U.S. Presidents as Orators: A Bio-Critical Sourcebook

By Halford Ryan | Go to book overview

qualities of immediacy and seizing the convictions and emotions of particular audiences in their unique rhetorical situations. Perhaps Lincoln found the best combination: successful speeches early in life that rocketed him to national power and more literary speeches later in life through which he speaks to the ages. As Basler wrote, "His prose may yet be recognized as his most permanent legacy to humanity."


RHETORICAL SOURCES

Archival Materials

Abraham Lincoln Association Papers (Lincoln reference file), Illinois State Historical Library.

Abraham Lincoln Papers, Library of Congress.

John G. Nicolay Papers, Library of Congress.

Louis A. Warren Lincoln Library and Museum, Fort Wayne, Indiana.

Papers of Lincoln's Cabinet Members, Lincoln National Life Foundation.

William Henry Seward Papers, University of Rochester.

Basler Roy P., ed. Abraham Lincoln: His Speeches and Writings. Cleveland, OH: World Publishing Company, 1946.

-----, Marion D. Pratt, and Lloyd A. Dunlap, eds. The Collected Works of Abraham Lincoln. (CW). 9 Vols. New Brunswick, NJ: Rutgers University Press, 1953.


Rhetorical Studies

Auer J. Jeffery, ed. Antislavery and Disunion, 1858-1861: Studies in the Rhetoric of Compromise and Conflict. New York: Harper and Row, 1963.

Barton William E. Lincoln at Gettysburg: What He Intended to Say; What He Said; What He Was Reported to Have Said, What He Wished He Had Said. Indianapolis, IN: Bobbs-Merrill, 1930.

Barzun Jacques. Lincoln the Literary Genius. Evanston, IL: Evanston Publishing Company, 1960.

-----. On Writing, Editing, and Publishing. 2d ed. 65-81. Chicago: University of Chicago Press, 1986.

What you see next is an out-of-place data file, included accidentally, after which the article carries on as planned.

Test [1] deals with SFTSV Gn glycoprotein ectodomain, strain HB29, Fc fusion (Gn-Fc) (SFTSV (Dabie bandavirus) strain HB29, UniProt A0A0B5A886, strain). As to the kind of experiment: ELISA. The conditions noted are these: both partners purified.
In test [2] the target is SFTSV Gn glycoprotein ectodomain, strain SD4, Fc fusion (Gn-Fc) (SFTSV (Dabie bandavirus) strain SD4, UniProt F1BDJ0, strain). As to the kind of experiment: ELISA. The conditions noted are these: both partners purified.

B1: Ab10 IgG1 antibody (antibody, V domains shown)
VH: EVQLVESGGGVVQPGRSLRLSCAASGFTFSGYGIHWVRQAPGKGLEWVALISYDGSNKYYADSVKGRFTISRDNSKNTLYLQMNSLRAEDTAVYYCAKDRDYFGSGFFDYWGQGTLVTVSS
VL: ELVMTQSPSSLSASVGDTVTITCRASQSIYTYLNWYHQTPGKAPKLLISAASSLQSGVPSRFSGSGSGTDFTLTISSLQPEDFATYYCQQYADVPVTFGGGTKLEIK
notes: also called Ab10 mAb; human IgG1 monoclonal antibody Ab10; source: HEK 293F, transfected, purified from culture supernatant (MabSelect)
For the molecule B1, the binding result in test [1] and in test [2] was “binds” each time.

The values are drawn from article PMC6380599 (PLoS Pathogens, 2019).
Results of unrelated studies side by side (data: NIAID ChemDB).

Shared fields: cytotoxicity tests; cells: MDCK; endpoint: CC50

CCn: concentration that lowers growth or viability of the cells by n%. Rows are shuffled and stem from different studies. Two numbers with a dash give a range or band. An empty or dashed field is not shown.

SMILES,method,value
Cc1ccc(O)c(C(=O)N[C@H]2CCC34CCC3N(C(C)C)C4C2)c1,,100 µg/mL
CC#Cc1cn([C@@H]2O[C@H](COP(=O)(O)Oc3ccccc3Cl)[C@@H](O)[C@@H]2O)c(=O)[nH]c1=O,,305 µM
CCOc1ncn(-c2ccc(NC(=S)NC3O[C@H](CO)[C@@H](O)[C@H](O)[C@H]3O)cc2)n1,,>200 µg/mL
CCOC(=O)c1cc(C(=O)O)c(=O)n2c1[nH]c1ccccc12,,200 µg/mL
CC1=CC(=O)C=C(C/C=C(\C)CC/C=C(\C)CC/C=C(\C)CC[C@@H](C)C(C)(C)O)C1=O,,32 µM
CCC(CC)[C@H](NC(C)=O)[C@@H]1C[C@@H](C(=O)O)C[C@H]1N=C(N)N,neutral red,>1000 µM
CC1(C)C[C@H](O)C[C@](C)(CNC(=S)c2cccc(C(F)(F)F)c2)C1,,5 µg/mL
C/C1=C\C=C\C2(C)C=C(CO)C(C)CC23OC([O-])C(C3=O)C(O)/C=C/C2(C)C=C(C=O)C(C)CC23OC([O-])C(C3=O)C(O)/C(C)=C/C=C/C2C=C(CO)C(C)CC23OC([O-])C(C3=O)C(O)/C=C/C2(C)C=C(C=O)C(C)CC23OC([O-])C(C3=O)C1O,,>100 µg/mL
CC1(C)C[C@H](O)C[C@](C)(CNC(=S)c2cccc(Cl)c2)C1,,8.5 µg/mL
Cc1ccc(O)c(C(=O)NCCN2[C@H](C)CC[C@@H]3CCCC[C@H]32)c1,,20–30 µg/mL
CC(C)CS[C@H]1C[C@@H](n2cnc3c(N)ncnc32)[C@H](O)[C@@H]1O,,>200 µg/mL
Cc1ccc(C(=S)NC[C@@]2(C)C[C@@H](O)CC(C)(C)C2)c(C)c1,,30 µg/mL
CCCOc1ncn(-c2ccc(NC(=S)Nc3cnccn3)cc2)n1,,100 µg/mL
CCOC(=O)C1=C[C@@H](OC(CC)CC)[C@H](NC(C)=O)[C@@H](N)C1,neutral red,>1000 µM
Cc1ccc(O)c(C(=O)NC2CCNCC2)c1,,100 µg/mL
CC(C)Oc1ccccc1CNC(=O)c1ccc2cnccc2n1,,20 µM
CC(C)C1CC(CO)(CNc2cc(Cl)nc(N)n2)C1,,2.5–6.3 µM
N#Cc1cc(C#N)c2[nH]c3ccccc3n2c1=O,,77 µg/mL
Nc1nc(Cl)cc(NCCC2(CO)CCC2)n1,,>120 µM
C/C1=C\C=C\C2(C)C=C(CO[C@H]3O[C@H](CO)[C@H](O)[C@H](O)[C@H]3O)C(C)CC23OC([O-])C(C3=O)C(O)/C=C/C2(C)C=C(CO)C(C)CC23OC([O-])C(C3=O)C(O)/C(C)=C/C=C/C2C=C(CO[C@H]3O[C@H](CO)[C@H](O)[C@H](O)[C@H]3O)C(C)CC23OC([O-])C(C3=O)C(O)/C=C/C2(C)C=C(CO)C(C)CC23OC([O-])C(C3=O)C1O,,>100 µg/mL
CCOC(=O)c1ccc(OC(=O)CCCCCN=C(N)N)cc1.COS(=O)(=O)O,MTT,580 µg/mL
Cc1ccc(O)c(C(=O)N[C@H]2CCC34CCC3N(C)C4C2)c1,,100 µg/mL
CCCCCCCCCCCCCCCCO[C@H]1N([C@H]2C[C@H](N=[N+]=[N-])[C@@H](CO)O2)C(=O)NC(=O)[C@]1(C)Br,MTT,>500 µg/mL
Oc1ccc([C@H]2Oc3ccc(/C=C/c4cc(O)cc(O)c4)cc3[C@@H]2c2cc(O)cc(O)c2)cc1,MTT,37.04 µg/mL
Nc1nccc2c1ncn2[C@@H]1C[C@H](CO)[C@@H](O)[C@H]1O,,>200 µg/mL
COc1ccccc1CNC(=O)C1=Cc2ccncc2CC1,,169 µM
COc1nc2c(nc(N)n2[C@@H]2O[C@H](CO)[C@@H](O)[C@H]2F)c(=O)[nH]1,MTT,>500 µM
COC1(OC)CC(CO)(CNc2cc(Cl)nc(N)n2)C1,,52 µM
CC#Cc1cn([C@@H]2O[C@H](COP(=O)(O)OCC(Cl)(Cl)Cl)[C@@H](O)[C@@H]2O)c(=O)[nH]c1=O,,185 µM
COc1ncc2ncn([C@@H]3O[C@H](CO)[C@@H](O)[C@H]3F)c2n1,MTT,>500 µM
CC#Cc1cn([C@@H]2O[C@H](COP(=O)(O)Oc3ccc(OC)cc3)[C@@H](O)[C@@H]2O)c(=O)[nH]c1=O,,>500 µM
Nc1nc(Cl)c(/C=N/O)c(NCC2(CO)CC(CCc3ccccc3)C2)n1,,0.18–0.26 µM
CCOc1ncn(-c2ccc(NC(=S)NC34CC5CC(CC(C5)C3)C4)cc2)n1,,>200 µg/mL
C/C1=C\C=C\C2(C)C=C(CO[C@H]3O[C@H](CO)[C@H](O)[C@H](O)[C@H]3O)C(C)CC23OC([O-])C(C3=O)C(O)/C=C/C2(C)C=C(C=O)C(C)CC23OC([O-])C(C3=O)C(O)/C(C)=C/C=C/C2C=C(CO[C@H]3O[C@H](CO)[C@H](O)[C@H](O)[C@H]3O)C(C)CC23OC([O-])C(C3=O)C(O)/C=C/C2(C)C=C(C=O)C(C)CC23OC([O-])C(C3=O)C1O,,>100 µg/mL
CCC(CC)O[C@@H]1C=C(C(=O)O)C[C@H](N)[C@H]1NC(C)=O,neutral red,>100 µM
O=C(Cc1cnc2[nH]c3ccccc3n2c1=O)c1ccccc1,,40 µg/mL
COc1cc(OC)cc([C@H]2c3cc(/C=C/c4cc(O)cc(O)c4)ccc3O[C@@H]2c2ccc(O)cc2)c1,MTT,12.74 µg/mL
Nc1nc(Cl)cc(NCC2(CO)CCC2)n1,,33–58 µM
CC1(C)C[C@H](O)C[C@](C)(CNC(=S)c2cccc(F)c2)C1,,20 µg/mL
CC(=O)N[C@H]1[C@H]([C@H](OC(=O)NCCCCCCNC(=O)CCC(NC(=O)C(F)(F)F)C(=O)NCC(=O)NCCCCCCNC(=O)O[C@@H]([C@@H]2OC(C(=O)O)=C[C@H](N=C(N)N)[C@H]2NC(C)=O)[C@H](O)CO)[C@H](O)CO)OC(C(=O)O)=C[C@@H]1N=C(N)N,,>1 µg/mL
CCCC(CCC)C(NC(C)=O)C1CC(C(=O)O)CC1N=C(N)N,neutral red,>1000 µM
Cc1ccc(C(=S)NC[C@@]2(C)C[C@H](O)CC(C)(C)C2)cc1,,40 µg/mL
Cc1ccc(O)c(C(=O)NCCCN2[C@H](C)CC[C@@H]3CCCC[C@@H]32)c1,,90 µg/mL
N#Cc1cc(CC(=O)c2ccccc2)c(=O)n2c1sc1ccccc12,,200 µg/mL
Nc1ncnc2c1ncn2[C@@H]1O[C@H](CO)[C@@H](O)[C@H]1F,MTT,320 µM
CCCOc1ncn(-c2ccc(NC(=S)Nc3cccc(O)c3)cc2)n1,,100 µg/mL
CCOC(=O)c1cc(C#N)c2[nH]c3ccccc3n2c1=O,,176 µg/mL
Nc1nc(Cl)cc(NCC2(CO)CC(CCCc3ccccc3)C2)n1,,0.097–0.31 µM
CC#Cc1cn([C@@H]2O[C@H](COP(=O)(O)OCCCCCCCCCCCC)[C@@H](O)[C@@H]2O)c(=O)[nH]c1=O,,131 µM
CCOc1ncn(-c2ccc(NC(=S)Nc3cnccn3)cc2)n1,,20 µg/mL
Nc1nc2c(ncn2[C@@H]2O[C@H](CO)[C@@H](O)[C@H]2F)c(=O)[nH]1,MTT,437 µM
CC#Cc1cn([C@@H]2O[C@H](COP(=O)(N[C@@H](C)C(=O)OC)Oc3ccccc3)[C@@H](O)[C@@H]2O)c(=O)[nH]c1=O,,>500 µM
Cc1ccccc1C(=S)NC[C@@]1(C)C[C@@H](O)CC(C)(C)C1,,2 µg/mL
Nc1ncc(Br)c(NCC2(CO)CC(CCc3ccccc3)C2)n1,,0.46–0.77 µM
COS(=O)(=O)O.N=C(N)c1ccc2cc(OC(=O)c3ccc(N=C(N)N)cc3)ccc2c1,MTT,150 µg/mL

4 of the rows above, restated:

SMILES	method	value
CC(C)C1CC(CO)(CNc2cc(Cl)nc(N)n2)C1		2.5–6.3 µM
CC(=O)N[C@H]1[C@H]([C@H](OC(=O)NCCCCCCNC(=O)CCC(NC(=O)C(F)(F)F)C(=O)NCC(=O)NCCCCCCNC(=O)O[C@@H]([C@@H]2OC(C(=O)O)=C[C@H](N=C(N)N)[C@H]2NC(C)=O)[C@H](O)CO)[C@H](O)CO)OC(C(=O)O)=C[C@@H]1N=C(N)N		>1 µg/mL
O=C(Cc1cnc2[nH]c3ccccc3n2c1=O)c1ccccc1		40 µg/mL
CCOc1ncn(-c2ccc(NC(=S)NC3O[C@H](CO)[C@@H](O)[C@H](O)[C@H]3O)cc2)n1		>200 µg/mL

Basler Roy P., ed. The Collected Works of Abraham Lincoln Supplement 1832-1865. Westport, CT: Greenwood Press, 1974.

-----, and Lloyd C. Dunlap, eds. Long Remembered: Facsimiles of the Five Versions of the Gettysburg Address in the Handwriting of Abraham Lincoln. Washington, DC: The Library of Congress, 1963.

Blegen Theodore C. Lincoln's Imagery: A Study in Word Power. La Crosse, WI: Sumac Press, 1954.

Boritt Gabor S. The Historian's Lincoln: Pseudohistory, Psychohistory, and History. Urbana, IL: University of Illinois Press, 1988.

Braden Waldo W. Abraham Lincoln, Public Speaker. Baton Rouge, LA: Louisiana State University Press, 1988.

-89-

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U.S. Presidents as Orators: A Bio-Critical Sourcebook
Table of contents

Table of contents

  • Title Page iii
  • Contents v
  • Acknowledgments vii
  • An Introduction to Presidential Oratory ix
  • BIBLIOGRAPHICAL SOURCES xvii
  • George Washington (1732-1799) 3
  • Conclusion 15
  • RHETORICAL SOURCES 16
  • John Adams (1735-1826) 18
  • RHETORICAL SOURCES 26
  • Thomas Jefferson (1743-1826) 28
  • RHETORICAL SOURCES 40
  • James Madison (1751-1836) 43
  • RHETORICAL SOURCES 52
  • John Quincy Adams (1767-1848) 54
  • RHETORICAL SOURCES 63
  • Andrew Jackson (1767-1845) 65
  • RHETORICAL SOURCES 75
  • Abraham Lincoln (1809-1865) 77
  • RHETORICAL SOURCES 89
  • Theodore Roosevelt (1858-1919) 93
  • RHETORICAL SOURCES 107
  • Woodrow Wilson (1856-1924) 111
  • RHETORICAL SOURCES 132
  • Herbert Clark Hoover (1874-1964) 134
  • RHETORICAL SOURCES 144
  • Franklin Delano Roosevelt (1882-1945) 146
  • RHETORICAL SOURCES 164
  • Harry S. Truman (1884-1972) 168
  • RHETORICAL SOURCES 187
  • Dwight D. Eisenhower (1890-1969) 190
  • RHETORICAL SOURCES 204
  • John Fitzgerald Kennedy (1917-1963) 210
  • RHETORICAL SOURCES 225
  • Lyndon Baines Johnson (1908-1973) 228
  • RHETORICAL SOURCES 245
  • Richard Milhous Nixon (1913-1994) 249
  • RHETORICAL SOURCES 269
  • Gerald R. Ford (1913- ) 274
  • RHETORICAL SOURCES 296
  • Jimmy Carter (1924- ) 299
  • RHETORICAL SOURCES 311
  • Ronald Reagan (1911- ) 316
  • RHETORICAL SOURCES 337
  • George Herbert Walker Bush (1924- ) 344
  • RHETORICAL SOURCES 358
  • Bill Clinton (1946- ) 361
  • RHETORICAL RESOURCES 374
  • Index 377
  • About the Editor and Contributors 387
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